Ahead of Tuesday’s JCOPE meeting, Gov. Kathy Hochul announced two new appointments to the embattled ethics commission. One of those was Acting Chair James Dering, who previously worked for former Gov. Cuomo. Critics immediately said the appointment sent the wrong message. Hochul defended her decision at a briefing Wednesday. 

What You Need To Know

  • Hochul defended her appointment to JCOPE, the troubled state ethics watchdog

  • Hochul appointed an acting chair with close ties to former Gov. Cuomo, who is being investigated for ethical lapses

  • James Dering, who Hochul appointed, then voted to allow Cuomo to keep the money from his COVID book last year, after calls for claw it back

“What happened yesterday was the result of two resignations. In order for there to be any business going forward, I had to appoint somebody,” Hochul said. “And that was the circumstance yesterday. I had to find an individual. And individual who was highly recommended, who has credentials.”

Cuomo resigned last month amid a sexual harassment scandal, but additional investigations continue focusing on possible ethical lapses. 

Alessandra Biaggi, the Chair of the State Senate Ethics Committee, declined to speak on camera but tweeted after Dering’s appointment: “If nothing else, it certainly does not signal a seriousness about ethics, which is clearly one of the most important ways to distinguish this administration from the previous one.“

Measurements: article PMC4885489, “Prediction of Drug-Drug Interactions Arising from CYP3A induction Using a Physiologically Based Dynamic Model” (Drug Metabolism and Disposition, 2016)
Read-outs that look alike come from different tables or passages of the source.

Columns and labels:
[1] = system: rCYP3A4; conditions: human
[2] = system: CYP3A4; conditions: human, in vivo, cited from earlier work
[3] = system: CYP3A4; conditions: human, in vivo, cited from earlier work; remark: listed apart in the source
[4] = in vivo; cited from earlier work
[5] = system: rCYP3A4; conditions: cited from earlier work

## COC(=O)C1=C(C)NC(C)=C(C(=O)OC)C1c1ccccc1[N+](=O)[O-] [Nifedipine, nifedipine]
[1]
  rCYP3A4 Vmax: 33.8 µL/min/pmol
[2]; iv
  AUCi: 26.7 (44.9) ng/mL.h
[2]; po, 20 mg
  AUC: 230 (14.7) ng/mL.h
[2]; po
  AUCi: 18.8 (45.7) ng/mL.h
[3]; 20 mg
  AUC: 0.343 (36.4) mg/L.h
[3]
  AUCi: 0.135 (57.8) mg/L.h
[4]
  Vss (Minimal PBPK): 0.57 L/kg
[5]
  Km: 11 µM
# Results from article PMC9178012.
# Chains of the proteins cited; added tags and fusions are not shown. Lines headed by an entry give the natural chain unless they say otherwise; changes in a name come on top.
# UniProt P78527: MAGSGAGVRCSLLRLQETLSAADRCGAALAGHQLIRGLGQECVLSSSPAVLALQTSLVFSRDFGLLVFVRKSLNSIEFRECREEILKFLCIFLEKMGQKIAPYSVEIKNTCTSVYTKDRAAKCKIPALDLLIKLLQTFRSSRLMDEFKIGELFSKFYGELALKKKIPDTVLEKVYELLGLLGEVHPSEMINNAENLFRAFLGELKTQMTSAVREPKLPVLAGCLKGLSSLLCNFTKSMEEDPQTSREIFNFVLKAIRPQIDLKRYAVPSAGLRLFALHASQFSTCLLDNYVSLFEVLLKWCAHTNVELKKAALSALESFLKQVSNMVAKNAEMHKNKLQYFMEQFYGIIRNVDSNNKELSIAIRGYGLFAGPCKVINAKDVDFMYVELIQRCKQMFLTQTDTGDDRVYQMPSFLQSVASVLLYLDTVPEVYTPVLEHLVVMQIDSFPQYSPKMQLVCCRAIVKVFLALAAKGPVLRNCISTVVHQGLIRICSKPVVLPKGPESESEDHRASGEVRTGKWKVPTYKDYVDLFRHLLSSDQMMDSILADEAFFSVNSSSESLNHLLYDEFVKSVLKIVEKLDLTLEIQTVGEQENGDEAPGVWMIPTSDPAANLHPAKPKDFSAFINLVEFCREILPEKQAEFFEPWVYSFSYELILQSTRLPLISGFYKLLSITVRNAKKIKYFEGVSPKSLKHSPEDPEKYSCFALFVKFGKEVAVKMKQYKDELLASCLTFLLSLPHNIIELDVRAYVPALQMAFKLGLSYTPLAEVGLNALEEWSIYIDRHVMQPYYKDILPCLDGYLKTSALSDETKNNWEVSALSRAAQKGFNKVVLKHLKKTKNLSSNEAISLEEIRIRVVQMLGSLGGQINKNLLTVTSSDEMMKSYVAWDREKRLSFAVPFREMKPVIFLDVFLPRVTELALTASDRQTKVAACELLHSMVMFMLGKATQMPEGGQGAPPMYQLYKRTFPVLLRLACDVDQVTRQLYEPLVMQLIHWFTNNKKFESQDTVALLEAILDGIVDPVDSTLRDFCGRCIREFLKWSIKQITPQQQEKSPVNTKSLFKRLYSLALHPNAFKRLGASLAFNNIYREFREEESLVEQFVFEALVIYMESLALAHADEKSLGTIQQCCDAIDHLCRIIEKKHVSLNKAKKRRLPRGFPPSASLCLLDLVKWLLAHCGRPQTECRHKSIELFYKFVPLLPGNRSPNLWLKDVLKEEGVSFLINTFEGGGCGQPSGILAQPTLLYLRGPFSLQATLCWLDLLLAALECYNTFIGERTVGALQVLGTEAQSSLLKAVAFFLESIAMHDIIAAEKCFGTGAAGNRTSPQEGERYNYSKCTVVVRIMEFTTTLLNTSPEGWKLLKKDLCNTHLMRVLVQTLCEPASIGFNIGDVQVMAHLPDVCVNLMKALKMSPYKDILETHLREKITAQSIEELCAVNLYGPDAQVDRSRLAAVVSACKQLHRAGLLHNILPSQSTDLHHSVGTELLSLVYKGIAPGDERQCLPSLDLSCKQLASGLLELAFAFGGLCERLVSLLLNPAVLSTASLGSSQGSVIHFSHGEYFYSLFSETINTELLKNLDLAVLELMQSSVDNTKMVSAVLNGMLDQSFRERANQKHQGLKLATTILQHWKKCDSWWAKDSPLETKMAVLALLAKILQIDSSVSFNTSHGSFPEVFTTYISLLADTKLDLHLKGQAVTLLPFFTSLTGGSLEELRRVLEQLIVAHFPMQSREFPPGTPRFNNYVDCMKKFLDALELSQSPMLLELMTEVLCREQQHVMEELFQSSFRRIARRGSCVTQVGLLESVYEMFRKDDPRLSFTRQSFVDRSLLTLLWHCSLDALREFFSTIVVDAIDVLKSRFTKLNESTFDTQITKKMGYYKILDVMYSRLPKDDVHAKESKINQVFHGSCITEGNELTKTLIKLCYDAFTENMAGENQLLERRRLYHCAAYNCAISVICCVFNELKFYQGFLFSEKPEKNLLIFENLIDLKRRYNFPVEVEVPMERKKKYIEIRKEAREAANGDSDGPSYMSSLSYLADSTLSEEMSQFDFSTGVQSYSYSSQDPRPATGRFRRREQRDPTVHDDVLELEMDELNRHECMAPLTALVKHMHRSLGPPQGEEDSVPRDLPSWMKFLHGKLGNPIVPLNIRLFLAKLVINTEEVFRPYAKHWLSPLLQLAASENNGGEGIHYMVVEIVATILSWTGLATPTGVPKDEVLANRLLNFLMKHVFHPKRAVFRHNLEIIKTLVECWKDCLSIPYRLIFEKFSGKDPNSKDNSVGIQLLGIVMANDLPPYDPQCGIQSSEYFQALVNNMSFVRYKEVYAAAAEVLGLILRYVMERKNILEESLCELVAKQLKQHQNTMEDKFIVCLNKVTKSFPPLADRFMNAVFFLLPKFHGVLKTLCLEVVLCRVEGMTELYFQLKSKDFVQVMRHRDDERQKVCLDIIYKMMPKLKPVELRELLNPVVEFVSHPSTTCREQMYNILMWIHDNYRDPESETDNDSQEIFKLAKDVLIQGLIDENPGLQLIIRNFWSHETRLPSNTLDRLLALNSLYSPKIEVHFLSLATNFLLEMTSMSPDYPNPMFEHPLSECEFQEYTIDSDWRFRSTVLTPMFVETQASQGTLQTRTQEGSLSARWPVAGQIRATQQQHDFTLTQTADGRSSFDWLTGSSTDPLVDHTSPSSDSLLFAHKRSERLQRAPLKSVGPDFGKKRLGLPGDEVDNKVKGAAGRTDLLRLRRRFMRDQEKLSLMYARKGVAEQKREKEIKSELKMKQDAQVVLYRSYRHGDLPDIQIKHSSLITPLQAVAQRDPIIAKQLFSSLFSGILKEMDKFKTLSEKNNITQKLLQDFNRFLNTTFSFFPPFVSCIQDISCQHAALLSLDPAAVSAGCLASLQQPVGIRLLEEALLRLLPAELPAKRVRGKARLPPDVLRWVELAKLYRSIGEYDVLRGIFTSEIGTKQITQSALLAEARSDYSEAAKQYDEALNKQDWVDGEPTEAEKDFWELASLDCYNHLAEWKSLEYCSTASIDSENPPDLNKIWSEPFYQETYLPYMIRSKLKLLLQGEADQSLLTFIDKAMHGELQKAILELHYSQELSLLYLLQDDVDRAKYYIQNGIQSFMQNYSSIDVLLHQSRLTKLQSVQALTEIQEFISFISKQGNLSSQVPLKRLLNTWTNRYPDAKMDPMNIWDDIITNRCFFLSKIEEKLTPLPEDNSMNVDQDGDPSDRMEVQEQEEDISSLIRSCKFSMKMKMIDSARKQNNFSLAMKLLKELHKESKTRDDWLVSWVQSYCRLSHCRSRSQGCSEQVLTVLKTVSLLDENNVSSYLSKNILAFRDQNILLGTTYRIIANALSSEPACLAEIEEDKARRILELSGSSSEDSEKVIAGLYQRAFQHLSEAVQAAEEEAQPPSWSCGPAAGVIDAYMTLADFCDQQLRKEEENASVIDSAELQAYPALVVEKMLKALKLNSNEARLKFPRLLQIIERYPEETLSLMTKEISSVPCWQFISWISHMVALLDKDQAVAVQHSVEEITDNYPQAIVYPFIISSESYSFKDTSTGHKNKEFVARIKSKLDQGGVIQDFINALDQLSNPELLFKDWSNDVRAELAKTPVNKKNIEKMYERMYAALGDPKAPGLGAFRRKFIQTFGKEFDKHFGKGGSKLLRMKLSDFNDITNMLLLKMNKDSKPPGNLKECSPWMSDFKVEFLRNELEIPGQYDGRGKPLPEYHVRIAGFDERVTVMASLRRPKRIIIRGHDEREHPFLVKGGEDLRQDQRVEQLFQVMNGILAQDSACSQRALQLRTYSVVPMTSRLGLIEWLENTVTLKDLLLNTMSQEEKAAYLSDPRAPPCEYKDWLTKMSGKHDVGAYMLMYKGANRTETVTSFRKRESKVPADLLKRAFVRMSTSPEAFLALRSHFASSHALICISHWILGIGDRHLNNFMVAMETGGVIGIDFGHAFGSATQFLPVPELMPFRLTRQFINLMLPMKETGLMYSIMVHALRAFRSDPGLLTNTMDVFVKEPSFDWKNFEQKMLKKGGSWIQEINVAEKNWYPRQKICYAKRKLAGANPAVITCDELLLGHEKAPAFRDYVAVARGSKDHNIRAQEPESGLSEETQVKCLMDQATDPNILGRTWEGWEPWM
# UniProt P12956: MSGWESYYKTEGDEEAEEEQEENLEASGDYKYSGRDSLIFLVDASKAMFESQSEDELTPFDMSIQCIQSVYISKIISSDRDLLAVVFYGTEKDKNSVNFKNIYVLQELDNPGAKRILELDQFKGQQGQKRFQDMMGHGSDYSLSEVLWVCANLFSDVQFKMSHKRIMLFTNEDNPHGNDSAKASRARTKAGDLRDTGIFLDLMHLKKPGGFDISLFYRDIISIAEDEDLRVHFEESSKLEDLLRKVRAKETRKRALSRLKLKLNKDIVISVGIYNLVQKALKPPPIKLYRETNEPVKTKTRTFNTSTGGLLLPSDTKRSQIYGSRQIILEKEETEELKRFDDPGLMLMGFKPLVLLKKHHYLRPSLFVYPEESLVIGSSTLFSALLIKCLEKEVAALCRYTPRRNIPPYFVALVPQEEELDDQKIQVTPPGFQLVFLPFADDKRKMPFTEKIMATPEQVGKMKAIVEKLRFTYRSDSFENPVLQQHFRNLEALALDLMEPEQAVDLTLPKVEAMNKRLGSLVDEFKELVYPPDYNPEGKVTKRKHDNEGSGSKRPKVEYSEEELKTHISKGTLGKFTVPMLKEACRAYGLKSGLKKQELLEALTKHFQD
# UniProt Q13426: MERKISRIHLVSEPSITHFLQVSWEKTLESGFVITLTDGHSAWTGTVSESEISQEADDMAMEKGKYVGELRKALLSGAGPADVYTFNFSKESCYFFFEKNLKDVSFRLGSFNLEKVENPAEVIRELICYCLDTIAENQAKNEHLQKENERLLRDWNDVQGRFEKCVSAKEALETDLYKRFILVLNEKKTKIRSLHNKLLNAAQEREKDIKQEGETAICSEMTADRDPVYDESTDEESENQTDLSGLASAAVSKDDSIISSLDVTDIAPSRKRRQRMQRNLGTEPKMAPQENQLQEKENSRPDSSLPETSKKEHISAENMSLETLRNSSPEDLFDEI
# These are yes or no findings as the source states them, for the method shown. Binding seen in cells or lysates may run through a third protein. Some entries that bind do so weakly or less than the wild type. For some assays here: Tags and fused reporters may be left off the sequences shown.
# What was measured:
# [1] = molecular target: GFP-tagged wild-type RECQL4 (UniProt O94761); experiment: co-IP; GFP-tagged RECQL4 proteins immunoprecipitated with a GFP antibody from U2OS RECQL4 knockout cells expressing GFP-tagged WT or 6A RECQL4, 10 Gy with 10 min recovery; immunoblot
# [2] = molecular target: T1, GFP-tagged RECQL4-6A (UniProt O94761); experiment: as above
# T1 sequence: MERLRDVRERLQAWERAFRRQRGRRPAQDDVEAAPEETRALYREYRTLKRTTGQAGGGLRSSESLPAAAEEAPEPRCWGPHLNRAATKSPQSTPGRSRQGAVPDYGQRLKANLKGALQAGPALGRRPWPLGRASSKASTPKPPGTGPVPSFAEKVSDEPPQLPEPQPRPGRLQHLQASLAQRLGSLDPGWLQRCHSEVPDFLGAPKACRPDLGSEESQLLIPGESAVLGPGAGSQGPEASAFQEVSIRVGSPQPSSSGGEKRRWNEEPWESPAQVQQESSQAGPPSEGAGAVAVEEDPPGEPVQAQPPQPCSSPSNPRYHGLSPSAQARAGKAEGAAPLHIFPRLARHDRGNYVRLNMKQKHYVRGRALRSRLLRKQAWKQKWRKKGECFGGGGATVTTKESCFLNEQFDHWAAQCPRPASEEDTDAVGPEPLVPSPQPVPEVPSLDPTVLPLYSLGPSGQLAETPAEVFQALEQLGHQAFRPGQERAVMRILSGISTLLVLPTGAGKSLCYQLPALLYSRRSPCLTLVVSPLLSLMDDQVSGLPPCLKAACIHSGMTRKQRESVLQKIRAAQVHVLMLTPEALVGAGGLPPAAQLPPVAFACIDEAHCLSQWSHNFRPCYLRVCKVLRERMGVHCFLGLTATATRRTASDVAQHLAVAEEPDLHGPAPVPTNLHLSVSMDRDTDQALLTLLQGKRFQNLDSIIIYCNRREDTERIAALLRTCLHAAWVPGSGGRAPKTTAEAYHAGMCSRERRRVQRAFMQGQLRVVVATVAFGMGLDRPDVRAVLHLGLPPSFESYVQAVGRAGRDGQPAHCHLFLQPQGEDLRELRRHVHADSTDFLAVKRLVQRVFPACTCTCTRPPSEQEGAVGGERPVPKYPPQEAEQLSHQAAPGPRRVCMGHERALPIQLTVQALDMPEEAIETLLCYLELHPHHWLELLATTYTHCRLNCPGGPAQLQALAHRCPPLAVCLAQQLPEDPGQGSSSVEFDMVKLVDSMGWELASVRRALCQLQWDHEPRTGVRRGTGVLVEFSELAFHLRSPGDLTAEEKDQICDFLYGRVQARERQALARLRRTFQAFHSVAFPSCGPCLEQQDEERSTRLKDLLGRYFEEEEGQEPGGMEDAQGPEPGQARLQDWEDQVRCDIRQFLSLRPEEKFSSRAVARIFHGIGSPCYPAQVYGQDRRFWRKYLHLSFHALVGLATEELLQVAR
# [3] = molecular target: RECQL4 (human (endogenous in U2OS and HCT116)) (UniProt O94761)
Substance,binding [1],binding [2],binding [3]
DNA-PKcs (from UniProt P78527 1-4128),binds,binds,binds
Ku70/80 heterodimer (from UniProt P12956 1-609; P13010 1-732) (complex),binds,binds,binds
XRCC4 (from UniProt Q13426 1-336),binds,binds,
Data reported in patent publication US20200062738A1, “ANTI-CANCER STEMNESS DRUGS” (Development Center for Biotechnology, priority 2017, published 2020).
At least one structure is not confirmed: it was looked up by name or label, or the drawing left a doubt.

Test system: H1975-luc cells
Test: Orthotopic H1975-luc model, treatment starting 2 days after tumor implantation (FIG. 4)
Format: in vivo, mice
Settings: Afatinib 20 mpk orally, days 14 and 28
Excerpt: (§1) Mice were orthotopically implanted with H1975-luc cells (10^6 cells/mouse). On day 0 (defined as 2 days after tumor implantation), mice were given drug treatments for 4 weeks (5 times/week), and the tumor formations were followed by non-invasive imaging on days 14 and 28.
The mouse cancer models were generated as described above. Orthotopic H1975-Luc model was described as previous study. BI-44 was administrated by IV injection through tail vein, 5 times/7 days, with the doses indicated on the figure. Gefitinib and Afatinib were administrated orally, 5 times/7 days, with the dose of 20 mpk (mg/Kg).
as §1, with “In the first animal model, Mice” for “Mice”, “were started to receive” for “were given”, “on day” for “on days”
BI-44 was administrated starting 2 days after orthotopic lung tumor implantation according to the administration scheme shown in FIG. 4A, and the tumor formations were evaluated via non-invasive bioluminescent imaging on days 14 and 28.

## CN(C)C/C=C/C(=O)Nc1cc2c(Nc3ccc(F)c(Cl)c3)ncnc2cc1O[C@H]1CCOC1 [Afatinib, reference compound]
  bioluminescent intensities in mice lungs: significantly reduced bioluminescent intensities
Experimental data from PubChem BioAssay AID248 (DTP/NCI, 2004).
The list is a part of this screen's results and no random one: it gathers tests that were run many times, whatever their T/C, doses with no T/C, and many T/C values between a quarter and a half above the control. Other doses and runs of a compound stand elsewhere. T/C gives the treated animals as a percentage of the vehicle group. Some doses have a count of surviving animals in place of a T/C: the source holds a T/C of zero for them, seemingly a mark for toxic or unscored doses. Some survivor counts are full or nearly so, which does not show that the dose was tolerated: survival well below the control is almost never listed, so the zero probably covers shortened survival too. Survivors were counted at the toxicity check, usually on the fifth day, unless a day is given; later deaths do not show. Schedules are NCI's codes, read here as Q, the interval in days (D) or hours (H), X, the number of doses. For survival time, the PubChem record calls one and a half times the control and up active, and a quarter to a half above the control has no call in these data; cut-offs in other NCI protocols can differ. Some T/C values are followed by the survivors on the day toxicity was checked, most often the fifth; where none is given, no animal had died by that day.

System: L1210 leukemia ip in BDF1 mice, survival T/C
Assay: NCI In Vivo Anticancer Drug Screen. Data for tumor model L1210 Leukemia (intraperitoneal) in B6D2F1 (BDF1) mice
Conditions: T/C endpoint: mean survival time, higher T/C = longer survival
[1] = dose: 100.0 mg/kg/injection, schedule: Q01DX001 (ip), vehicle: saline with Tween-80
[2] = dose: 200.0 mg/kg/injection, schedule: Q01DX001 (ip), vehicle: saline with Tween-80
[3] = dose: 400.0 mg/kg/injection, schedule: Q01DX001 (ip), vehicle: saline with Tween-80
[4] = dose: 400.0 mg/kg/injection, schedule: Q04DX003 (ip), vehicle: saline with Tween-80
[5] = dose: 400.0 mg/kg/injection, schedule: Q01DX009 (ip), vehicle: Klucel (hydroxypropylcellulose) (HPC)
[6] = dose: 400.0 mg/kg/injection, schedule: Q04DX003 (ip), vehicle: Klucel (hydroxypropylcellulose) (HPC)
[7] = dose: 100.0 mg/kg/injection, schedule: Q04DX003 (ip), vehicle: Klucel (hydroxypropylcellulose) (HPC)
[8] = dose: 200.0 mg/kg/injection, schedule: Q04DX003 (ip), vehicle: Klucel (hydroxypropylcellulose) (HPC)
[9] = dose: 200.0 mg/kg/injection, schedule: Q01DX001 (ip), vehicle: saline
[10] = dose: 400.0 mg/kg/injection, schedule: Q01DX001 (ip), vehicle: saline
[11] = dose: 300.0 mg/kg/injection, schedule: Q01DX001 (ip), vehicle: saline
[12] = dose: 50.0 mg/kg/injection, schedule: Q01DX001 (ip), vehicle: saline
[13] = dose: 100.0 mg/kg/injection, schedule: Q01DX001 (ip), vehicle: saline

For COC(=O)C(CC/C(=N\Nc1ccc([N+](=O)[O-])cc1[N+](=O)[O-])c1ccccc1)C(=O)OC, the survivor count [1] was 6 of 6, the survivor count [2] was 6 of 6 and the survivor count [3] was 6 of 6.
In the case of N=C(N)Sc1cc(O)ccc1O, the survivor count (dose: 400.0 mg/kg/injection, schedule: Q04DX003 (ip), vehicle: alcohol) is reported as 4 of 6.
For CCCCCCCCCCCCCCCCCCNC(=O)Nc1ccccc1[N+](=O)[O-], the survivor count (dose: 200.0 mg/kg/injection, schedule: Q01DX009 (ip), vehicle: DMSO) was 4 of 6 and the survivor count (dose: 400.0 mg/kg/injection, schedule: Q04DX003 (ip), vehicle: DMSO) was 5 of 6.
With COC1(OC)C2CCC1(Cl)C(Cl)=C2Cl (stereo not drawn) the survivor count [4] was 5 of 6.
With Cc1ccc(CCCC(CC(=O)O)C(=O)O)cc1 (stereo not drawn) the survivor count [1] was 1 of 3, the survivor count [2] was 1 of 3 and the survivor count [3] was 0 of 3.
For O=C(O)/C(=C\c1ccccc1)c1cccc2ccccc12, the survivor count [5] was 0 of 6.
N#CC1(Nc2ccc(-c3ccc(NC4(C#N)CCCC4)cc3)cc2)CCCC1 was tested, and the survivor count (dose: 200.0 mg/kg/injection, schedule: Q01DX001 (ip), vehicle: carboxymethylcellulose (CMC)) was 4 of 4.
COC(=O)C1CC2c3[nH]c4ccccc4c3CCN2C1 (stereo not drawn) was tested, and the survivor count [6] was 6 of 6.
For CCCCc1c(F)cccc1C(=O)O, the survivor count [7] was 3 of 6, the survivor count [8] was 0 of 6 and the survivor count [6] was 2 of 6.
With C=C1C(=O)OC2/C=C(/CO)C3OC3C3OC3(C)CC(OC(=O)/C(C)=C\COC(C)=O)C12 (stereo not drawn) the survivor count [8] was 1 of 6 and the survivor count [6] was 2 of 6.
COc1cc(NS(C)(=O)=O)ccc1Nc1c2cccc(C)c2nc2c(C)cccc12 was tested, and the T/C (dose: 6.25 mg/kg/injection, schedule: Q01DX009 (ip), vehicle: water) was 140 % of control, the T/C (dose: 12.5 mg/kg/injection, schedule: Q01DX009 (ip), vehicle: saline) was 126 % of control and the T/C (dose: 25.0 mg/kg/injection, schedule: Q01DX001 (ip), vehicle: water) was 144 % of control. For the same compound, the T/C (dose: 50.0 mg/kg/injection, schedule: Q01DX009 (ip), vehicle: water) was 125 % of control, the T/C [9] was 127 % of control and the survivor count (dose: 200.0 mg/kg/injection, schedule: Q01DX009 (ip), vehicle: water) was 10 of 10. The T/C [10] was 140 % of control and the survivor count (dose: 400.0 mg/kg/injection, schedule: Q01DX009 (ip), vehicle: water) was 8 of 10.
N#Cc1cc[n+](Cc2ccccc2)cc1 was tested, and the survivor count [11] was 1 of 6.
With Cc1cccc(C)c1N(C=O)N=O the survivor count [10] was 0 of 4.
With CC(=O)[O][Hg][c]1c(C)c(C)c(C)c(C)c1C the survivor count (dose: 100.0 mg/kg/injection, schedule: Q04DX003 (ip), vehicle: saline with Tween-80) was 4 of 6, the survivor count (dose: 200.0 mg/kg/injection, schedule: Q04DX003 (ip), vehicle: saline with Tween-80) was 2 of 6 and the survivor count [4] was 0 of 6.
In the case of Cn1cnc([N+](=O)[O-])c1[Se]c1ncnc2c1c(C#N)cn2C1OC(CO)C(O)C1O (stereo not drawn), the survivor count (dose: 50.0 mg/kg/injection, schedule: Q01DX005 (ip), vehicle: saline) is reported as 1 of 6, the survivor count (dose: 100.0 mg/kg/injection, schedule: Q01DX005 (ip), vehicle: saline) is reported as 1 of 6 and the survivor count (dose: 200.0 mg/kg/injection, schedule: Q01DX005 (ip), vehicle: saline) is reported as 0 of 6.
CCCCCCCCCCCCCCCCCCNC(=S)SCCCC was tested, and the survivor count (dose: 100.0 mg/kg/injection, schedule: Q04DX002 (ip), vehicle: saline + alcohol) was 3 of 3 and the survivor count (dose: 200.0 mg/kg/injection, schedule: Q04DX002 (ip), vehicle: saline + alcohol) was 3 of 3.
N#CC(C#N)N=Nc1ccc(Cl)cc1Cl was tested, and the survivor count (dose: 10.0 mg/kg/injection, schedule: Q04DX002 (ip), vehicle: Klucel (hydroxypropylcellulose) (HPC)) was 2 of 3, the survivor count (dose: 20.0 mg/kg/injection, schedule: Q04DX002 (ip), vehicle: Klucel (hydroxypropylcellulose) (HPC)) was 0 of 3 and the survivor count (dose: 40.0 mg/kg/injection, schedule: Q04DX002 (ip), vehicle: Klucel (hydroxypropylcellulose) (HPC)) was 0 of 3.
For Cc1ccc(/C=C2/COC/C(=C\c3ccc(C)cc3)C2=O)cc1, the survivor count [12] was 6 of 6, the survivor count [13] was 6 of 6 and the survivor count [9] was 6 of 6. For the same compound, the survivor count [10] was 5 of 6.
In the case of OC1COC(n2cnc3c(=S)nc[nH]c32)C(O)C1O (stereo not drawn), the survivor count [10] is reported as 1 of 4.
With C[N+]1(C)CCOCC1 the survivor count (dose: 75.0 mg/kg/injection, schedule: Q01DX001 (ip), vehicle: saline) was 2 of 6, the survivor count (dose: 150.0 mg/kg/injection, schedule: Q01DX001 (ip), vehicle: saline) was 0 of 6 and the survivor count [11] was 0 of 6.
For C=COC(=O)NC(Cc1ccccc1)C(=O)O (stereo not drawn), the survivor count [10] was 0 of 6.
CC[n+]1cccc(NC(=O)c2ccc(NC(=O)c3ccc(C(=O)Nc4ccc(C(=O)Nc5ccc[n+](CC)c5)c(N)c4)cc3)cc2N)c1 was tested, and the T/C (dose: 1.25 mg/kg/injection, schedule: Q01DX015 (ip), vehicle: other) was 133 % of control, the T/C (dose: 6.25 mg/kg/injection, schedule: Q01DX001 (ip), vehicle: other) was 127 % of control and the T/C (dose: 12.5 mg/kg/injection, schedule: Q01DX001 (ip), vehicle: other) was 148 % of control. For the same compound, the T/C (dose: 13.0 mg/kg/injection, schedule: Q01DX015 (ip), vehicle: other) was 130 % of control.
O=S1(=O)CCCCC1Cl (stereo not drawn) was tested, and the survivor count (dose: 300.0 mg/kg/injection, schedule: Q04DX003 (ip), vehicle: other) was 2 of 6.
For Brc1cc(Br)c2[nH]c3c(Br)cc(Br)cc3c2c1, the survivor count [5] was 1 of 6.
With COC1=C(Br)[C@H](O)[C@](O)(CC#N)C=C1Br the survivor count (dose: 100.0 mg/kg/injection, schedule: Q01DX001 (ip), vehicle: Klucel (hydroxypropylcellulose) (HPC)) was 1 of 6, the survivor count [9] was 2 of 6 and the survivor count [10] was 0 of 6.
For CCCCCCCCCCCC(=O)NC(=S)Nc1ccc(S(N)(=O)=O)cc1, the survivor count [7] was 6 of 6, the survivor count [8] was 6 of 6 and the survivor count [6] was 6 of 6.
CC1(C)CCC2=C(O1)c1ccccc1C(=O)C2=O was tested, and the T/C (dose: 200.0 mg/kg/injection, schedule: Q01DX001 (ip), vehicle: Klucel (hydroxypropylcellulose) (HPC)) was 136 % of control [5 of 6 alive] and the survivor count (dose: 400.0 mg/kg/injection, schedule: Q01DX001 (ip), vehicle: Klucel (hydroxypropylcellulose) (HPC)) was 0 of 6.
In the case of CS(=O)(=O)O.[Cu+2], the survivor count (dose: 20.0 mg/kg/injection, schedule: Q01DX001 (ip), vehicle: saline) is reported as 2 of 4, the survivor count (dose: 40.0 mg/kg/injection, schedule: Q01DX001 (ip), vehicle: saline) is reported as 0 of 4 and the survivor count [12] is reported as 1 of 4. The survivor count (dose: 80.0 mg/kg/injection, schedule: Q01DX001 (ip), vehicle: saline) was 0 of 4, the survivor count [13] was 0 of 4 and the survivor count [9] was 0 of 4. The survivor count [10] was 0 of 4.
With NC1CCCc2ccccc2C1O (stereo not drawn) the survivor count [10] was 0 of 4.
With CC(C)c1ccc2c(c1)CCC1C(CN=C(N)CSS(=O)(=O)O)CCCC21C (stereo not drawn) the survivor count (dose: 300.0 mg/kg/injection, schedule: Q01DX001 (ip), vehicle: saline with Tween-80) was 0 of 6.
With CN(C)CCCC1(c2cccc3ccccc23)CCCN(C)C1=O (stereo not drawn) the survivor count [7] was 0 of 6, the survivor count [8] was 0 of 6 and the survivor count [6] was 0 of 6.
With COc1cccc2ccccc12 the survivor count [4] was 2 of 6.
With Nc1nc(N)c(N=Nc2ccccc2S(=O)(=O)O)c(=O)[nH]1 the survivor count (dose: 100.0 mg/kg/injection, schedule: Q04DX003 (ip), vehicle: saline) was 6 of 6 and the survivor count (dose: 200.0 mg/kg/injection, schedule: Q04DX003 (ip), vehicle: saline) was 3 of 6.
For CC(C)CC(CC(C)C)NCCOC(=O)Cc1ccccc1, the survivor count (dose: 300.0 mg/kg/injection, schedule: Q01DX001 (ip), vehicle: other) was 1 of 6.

Last year, JCOPE allowed Cuomo to receive a $5 million advance on a book he wrote about the pandemic.

Sources say an Assembly investigation has since found that Cuomo used state resources to write that book, despite assurances he made that he would not, in order to receive approval. 

This week, the JCOPE commissioners narrowly voted against clawing back that approval. And Dering was one of those voting to let Cuomo’s $5 million advance remain intact. 

“I am not going to render opinions, because I don’t believe it is my place to do so,” Hochul said. “If anyone is going to question my independence on this, start with the statement I am offering now. I will not interfere with what JCOPE does. I am not going to comment on their investigations. That’s wildly inappropriate for me to do so.”

Hochul says she favors a complete overhaul of JCOPE, since the commission hasn’t really functioned properly since its inception. But that’s a much longer process involving the legislature, likely to get taken up next year.